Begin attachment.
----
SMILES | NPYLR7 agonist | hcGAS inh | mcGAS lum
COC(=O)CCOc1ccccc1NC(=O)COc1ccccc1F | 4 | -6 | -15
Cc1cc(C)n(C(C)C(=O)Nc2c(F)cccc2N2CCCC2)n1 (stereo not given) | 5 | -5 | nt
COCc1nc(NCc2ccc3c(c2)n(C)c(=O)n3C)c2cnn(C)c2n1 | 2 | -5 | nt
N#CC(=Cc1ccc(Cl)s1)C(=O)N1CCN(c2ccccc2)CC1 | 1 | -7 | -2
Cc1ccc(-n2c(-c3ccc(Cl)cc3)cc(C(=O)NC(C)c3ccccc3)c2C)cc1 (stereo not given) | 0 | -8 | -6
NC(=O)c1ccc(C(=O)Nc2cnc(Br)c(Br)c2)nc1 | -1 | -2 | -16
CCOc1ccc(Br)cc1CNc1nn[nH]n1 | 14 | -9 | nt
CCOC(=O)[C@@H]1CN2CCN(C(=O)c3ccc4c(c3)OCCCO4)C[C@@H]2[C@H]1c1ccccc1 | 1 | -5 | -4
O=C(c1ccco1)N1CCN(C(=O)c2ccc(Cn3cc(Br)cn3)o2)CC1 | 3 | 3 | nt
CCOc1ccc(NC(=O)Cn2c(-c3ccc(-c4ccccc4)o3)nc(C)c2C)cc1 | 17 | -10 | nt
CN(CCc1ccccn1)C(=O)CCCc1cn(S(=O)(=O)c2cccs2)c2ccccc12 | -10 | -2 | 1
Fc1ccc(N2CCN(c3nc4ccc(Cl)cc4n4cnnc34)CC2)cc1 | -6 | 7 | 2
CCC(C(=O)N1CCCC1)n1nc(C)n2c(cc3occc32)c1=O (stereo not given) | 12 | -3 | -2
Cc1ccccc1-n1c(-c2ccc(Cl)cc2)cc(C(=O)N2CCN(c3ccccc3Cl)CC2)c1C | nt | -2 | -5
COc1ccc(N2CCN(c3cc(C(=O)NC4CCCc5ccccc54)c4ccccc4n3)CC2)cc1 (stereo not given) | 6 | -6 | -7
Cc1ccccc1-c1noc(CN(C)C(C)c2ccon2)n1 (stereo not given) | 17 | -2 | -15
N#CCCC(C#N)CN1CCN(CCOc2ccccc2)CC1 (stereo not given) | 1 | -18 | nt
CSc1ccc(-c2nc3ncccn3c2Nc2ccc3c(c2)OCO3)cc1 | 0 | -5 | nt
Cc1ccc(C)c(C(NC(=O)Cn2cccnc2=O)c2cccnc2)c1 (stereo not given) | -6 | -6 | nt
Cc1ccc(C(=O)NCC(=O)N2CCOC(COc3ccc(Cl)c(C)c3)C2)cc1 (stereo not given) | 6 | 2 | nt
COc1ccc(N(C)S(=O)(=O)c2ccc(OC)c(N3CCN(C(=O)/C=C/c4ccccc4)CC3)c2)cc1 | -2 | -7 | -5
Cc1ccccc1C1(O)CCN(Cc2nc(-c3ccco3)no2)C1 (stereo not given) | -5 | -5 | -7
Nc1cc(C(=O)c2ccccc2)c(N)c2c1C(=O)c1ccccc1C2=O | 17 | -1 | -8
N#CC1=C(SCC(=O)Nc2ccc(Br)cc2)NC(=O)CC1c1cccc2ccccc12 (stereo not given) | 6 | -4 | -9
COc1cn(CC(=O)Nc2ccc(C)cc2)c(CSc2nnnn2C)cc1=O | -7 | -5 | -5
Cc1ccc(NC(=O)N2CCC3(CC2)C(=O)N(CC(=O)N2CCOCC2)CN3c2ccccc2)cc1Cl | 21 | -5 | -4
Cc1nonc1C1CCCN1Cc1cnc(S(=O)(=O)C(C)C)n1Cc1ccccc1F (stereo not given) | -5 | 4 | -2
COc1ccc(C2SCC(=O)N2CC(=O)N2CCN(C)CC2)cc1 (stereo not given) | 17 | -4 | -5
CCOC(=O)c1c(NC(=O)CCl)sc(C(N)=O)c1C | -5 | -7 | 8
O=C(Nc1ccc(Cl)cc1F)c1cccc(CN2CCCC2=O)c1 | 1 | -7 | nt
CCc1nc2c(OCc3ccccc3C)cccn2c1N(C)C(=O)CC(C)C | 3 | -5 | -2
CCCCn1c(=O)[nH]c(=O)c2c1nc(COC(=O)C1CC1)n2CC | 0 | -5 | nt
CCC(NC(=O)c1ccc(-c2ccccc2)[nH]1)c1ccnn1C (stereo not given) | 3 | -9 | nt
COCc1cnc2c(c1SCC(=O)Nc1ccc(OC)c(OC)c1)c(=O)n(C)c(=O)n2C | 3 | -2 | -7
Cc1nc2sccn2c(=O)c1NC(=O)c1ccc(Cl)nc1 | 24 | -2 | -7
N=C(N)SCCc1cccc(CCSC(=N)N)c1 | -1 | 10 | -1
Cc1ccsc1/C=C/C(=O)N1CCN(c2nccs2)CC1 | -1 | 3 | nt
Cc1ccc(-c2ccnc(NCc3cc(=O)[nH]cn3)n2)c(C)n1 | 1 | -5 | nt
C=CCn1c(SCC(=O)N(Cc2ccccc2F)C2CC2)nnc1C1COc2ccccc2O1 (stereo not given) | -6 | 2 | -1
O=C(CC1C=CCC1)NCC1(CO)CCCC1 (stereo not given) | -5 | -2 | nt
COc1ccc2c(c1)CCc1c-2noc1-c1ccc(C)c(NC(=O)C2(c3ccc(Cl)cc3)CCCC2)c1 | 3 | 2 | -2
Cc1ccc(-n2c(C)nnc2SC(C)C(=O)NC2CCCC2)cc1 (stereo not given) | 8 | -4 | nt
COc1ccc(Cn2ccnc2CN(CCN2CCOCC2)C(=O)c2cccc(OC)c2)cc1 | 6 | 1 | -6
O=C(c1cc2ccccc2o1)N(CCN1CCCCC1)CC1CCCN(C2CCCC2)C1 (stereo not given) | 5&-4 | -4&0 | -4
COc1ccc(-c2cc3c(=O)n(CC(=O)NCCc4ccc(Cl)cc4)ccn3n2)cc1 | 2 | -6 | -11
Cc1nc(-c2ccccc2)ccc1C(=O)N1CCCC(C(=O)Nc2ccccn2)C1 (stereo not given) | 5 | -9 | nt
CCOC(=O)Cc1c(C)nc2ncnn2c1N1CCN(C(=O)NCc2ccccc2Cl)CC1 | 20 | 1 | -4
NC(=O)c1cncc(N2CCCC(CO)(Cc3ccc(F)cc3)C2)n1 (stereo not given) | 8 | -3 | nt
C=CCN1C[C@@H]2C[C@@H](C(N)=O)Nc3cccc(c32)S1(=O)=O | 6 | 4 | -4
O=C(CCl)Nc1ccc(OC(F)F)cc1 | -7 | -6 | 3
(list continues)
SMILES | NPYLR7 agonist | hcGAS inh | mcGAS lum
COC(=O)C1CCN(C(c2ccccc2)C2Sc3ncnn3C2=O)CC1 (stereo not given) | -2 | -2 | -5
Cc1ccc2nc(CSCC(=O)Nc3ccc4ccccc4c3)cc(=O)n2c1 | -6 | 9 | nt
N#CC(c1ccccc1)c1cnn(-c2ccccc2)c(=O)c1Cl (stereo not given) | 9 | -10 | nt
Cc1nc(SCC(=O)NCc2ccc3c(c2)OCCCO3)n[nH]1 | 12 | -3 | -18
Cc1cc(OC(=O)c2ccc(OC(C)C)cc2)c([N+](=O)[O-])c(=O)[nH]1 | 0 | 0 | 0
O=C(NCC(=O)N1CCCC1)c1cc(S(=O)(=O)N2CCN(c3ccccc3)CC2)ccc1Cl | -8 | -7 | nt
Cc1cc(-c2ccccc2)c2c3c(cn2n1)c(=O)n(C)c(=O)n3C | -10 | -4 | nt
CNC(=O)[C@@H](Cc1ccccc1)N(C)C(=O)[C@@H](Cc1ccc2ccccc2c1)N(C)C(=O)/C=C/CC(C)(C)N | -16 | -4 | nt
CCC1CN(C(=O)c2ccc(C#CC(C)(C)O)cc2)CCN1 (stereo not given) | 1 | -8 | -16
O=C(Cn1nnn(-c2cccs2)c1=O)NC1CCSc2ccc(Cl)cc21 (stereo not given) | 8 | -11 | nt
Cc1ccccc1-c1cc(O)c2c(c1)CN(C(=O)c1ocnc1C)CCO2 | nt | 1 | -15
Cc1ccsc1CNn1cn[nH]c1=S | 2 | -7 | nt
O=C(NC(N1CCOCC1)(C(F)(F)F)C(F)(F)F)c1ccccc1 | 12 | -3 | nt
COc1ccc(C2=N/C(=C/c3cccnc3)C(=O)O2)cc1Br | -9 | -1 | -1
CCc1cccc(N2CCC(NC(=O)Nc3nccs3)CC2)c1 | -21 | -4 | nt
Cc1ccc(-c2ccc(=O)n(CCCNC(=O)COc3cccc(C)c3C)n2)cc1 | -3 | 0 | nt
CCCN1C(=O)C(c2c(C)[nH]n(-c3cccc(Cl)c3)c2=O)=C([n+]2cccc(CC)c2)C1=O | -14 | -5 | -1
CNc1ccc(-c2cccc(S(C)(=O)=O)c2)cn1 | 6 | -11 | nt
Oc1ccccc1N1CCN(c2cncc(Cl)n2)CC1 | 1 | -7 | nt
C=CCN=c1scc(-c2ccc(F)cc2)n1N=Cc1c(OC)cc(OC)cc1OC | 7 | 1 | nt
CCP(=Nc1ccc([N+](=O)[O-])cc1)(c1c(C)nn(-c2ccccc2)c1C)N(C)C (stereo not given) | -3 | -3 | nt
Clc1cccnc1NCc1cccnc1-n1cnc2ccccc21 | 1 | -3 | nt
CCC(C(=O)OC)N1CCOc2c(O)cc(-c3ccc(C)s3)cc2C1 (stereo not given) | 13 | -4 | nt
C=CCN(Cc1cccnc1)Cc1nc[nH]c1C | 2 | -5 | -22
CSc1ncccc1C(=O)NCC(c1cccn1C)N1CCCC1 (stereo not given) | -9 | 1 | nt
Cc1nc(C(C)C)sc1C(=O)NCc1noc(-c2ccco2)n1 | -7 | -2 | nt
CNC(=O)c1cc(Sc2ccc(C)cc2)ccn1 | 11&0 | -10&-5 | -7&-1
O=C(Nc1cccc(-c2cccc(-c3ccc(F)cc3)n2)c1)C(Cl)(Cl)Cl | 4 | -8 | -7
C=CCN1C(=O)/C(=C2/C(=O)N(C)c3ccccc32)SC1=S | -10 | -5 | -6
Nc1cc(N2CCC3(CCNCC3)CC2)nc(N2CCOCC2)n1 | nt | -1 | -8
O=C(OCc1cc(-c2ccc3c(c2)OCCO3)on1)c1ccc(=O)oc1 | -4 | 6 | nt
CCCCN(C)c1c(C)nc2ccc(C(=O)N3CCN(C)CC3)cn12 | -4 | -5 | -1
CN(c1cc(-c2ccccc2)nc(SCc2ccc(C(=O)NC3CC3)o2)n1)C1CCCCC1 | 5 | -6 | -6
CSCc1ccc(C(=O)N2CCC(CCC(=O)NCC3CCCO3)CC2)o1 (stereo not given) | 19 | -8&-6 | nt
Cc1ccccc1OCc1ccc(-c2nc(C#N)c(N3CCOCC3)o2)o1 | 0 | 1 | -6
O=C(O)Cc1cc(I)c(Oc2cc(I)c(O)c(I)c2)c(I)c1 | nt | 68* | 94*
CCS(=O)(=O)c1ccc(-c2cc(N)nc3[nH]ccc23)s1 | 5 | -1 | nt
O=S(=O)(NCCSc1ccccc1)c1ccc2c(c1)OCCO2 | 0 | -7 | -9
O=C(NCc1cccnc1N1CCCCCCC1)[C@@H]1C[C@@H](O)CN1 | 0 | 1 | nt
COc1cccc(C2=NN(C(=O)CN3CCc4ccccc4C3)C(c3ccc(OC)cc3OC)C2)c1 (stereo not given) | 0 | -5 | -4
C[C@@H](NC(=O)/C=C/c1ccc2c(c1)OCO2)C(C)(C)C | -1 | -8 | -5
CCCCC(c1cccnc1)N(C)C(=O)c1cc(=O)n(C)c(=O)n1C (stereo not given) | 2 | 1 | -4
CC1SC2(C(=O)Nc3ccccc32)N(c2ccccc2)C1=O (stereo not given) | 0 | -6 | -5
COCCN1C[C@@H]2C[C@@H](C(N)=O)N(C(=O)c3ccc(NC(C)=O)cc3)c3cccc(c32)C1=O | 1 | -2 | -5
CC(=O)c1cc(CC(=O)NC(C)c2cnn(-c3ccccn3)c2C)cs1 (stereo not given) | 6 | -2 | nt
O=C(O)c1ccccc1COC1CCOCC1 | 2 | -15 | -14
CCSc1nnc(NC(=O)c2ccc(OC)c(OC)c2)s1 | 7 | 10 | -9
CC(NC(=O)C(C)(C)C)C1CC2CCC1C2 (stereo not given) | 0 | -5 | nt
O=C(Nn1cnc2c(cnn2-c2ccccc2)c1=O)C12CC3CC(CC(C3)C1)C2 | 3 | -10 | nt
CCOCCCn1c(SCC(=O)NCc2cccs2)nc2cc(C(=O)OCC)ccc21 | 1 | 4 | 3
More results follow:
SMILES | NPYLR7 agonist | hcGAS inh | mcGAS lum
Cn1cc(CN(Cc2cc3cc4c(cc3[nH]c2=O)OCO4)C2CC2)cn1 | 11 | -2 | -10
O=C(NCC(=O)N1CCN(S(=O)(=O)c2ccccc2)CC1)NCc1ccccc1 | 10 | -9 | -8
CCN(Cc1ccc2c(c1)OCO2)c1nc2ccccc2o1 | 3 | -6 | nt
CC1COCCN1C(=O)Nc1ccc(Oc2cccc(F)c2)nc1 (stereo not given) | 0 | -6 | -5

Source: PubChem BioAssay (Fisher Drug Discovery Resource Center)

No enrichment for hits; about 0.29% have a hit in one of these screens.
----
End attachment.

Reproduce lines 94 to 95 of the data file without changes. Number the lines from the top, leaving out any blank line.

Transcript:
C[C@@H](NC(=O)/C=C/c1ccc2c(c1)OCO2)C(C)(C)C | -1 | -8 | -5
CCCCC(c1cccnc1)N(C)C(=O)c1cc(=O)n(C)c(=O)n1C (stereo not given) | 2 | 1 | -4